According to a study carried out by the FIEB, the sectoral association of the Belgian water and soft drink industry, almost one out of eight Belgians travels beyond our borders at least once a month to buy drinks. . Indeed, it turns out that drinks are now more expensive in Belgium because of a tax on packaging, called sugar tax. “The sugar tax (Editor’s note: tax which is levied on all drinks which contain sugar or sweeteners) has therefore completely missed its objective and our Belgian tax lasagna leads to a loss of income, both for our companies only for the governmentwarns the president of the FIEB, Bart Peeters.
Rising prices are pushing many Belgians to pay more and more attention to their wallet. 25% of the 1000 people questioned are now looking more and more at promotions, 21% consume less, 15% find cheaper alternatives but the majority of people questioned go shopping abroad. And this, even for Brussels residents who live inside the territory.
“It is therefore a fact that our drinks are more expensive in Belgium, compared to neighboring countries, since our country introduced in 2015 an additional tax on sugary drinks in addition to the tax on packaging. Let’s take the example a 1.5 liter bottle of soft drink which costs €1.53/l in Belgium (Carrefour); in the Netherlands, the same drink in the same bottle costs €1.27/l (17% cheaper ); in Germany (at REWE), it only costs €0.99/l, i.e. 35% less, and in France (Auchan), depending on the size of the bottle, it costs €1.08/l ( for a 1.75 liter bottle), i.e. 29% less, i.e. €1.22/l (for a 1.25 liter bottle), i.e. 20% less. These high excise duties erode the power of ‘purchase, especially for the lowest incomes’, details the president of the FIEB.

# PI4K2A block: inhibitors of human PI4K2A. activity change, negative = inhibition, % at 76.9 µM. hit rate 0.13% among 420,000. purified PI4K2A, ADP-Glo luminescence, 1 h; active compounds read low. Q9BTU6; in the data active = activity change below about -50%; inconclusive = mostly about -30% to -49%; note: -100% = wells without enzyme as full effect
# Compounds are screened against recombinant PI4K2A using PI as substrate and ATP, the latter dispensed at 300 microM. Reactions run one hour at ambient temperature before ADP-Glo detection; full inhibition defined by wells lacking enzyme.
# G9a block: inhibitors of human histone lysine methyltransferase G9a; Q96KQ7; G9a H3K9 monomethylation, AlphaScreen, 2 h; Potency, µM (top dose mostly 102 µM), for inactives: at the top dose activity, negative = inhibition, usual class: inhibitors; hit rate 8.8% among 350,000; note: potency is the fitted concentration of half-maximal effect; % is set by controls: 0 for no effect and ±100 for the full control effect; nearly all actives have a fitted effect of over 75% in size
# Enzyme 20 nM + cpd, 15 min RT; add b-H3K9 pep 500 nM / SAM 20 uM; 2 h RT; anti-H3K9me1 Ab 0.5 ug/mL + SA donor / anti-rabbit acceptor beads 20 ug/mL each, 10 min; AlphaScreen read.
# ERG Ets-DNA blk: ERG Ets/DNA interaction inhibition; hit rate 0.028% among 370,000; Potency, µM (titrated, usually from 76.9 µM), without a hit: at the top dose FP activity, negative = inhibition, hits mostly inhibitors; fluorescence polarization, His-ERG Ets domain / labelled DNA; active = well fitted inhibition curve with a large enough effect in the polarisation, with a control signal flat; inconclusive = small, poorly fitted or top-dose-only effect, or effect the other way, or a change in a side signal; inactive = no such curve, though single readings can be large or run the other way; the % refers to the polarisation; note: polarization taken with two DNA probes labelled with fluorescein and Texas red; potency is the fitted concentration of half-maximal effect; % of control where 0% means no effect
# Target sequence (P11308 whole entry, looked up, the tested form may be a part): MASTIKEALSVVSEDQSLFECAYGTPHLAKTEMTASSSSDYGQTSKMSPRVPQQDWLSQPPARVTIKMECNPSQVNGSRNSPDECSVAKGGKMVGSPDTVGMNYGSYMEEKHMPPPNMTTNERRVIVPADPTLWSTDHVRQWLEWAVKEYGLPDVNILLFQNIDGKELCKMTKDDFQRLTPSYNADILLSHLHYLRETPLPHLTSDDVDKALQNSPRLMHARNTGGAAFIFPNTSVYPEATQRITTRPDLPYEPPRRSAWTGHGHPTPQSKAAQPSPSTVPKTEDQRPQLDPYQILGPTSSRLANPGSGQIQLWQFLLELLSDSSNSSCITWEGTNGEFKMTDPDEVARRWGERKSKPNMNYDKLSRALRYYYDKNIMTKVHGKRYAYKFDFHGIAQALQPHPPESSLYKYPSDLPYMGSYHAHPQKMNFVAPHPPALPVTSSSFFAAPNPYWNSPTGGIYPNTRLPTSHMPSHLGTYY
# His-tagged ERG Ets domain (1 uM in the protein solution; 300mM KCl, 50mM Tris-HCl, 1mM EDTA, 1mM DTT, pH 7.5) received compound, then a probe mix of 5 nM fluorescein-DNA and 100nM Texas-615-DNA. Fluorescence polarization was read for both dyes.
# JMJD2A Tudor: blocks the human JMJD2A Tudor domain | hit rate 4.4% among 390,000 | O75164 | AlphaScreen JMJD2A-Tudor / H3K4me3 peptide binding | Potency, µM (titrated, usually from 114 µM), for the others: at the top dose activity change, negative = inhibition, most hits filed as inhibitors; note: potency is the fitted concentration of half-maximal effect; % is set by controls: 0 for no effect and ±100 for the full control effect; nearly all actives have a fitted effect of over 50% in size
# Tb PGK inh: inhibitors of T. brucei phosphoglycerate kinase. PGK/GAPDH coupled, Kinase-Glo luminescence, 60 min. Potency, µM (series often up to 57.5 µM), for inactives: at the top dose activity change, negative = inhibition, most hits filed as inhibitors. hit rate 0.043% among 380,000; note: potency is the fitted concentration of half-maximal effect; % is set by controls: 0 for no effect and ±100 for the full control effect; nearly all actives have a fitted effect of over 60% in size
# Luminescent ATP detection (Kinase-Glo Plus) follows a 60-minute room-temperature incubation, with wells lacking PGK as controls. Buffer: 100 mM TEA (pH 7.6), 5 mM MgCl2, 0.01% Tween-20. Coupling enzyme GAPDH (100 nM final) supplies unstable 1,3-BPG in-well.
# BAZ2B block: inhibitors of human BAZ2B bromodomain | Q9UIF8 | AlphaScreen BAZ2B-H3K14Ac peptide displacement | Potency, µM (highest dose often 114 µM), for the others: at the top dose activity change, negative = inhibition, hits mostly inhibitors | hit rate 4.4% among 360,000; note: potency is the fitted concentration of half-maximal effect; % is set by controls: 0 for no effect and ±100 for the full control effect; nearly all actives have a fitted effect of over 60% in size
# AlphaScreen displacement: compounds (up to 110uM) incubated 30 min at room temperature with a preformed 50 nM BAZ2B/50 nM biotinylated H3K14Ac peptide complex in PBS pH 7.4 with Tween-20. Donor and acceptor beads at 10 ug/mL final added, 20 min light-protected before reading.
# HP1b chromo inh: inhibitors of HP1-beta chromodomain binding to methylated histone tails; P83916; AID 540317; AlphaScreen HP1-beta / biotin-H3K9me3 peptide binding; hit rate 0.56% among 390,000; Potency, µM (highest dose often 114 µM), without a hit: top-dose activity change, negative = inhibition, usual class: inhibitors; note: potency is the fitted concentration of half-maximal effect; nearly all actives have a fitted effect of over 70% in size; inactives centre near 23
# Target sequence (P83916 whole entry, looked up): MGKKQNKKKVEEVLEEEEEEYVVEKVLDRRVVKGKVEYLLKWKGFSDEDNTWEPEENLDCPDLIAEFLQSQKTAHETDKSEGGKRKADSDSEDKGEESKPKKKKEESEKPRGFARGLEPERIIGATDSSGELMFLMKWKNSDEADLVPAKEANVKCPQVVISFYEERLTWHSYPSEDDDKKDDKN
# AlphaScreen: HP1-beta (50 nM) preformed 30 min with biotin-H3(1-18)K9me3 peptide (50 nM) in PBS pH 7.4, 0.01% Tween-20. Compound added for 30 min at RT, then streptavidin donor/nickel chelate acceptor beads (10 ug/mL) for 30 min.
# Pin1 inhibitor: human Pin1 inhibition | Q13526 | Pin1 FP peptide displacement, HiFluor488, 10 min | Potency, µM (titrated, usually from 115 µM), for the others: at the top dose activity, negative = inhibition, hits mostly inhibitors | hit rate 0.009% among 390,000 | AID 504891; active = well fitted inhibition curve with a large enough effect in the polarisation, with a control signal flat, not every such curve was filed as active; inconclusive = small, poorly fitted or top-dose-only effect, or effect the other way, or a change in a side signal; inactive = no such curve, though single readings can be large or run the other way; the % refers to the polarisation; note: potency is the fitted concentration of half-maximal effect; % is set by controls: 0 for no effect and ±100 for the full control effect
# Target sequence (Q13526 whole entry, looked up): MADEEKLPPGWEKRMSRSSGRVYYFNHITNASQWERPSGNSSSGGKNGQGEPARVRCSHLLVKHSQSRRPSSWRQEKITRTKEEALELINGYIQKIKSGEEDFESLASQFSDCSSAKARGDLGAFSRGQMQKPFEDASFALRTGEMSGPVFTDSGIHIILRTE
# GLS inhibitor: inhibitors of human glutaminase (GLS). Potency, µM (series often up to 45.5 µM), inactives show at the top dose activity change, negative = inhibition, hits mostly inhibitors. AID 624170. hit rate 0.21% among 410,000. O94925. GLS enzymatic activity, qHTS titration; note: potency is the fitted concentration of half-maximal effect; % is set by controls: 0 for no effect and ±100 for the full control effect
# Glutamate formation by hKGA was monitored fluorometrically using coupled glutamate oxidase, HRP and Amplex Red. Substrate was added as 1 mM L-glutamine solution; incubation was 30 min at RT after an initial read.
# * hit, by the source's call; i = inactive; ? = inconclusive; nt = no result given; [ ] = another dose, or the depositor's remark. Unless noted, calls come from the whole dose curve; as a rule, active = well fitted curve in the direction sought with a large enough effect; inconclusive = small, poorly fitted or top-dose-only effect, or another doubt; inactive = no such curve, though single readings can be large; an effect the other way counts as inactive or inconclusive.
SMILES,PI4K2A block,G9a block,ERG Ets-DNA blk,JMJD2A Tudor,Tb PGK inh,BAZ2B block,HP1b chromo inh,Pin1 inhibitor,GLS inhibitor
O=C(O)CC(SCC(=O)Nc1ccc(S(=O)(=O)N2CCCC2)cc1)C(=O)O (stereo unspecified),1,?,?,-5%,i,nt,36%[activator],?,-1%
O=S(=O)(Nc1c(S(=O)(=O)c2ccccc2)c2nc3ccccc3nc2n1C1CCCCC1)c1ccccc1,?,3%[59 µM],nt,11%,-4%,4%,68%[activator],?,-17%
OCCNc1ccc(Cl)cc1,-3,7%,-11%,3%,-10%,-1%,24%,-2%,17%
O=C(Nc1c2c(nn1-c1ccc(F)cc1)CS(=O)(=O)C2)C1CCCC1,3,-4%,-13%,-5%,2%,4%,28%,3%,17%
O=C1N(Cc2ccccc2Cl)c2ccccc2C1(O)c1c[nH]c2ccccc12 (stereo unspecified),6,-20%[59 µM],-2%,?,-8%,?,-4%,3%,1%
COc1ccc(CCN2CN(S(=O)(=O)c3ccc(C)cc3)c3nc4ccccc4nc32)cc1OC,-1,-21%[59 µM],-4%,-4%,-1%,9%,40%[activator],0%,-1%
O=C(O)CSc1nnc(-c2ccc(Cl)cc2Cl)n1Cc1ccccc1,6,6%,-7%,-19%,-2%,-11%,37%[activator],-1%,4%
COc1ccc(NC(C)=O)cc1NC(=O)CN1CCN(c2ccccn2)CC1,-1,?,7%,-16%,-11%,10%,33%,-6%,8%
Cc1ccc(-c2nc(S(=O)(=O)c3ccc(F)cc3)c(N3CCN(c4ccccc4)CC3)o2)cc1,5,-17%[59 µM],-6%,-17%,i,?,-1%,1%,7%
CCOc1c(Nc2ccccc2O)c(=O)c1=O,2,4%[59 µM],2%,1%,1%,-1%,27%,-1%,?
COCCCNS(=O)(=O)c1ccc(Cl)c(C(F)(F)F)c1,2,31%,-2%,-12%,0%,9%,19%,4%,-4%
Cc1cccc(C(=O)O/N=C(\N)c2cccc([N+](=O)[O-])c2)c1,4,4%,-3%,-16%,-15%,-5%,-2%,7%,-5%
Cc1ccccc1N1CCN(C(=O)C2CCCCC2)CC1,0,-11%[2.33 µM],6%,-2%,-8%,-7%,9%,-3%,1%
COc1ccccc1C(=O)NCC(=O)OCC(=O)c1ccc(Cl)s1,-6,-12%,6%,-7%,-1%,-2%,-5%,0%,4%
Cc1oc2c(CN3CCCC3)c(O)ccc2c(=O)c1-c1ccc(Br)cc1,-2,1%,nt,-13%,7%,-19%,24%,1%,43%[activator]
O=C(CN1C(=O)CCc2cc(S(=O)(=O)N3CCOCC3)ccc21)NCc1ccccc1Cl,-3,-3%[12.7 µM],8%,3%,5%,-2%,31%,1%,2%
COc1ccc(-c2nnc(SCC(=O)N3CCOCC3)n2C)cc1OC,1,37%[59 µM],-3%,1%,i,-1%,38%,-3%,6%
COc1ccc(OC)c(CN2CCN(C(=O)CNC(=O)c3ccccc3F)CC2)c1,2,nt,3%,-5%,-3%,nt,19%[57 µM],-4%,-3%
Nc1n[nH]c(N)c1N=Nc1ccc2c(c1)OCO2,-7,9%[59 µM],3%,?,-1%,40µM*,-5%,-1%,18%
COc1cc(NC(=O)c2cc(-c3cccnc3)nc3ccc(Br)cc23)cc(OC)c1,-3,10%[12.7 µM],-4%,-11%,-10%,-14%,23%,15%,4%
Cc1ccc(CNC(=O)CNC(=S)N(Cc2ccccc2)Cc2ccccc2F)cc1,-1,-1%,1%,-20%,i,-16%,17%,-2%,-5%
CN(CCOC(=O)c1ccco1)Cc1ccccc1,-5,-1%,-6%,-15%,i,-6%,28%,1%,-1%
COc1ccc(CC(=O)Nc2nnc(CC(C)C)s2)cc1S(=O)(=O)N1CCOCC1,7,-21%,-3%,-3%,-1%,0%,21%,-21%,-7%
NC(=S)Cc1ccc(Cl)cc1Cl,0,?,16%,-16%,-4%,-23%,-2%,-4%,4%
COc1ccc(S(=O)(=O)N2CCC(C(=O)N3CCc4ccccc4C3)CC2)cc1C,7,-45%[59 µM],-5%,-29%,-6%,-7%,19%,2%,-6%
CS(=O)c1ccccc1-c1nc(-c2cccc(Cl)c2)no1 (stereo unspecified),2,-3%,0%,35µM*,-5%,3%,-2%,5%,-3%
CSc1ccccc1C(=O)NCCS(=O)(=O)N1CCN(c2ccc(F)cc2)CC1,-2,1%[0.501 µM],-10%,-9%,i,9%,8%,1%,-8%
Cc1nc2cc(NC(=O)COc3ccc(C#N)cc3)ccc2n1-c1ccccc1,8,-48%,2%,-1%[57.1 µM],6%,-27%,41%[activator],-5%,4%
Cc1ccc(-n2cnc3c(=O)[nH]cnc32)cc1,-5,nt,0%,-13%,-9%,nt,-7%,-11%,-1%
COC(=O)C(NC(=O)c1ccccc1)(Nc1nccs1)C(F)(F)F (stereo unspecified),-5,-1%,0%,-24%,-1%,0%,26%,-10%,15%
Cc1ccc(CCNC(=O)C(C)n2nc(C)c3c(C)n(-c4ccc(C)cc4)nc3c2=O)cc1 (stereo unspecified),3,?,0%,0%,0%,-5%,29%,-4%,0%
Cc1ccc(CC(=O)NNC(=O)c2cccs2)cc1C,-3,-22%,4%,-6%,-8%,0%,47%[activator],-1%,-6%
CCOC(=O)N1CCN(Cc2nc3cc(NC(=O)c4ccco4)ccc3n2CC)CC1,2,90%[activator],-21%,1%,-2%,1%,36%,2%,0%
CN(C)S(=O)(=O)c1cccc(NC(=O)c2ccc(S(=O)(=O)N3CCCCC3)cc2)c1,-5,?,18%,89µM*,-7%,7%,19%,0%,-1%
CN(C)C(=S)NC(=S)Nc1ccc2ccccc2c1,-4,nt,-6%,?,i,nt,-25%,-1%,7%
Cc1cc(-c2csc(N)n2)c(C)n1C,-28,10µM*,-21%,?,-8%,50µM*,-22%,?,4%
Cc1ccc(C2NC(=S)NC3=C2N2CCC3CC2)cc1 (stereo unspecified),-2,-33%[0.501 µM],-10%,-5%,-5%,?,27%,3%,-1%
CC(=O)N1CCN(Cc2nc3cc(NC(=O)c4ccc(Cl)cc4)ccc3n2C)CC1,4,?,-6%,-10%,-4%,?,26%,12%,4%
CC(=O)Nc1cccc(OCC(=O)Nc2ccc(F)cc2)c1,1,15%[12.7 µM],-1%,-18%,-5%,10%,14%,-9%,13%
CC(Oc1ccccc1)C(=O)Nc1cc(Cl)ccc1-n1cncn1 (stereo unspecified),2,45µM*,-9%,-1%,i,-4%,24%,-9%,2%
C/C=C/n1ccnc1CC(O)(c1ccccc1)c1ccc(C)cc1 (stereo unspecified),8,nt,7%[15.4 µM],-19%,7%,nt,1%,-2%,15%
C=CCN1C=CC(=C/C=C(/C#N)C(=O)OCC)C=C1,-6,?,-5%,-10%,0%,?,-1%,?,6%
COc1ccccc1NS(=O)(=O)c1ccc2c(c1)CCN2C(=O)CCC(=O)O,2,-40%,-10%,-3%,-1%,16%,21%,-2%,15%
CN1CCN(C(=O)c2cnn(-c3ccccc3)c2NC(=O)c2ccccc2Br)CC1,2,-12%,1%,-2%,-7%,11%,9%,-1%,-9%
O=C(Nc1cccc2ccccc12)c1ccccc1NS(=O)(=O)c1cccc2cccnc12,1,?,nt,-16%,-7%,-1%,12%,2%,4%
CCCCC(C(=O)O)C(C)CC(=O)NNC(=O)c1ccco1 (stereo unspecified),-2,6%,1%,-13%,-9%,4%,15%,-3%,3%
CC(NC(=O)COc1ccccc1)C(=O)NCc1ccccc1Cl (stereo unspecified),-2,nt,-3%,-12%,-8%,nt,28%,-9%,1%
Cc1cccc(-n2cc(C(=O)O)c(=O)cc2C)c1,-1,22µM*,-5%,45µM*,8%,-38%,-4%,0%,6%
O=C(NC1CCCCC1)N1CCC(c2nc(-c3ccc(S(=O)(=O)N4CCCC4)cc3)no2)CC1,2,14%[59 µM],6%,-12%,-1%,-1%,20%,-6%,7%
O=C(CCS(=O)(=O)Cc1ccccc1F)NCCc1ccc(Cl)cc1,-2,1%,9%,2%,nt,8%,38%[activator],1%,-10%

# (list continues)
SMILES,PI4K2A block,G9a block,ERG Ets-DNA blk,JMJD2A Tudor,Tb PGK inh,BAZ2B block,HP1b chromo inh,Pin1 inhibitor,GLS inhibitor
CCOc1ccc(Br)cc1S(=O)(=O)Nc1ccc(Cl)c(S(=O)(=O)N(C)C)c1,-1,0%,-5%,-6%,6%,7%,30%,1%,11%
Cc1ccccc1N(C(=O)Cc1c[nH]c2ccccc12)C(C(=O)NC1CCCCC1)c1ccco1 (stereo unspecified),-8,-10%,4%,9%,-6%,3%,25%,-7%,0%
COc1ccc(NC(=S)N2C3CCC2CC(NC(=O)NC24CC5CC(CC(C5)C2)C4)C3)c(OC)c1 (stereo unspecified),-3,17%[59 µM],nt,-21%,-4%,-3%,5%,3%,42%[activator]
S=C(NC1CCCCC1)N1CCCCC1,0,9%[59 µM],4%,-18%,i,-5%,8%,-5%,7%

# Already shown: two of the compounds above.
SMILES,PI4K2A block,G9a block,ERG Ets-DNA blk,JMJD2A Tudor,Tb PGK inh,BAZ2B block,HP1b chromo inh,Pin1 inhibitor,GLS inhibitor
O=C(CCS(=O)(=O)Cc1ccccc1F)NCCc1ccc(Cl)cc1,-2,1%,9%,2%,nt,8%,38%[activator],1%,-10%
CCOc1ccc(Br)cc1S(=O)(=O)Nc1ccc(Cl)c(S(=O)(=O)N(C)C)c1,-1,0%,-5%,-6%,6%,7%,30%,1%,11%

Before continuing: “When we find, thanks to our survey, that Belgians spend an average of 50 euros per month on non-alcoholic drinks and that more than a tenth of them shop at least once a month on the other side of the border, that’s a lot of money going overseas, so that means a big loss of revenue, both for beverage producers and distributors and for the government.”
Over the past five years, Belgian companies have lost around 370 million euros due to purchases made abroad.
The FIEB therefore wants this tax to be modified: “By lowering the tax, we are closing the gap with neighboring countries, making cross-border purchases less attractive and encouraging purchases in Belgium. This compensates for the reduction in taxation for the government, provides more income for our Belgian producers and brings more consumer convenience”concludes Bart Peeters.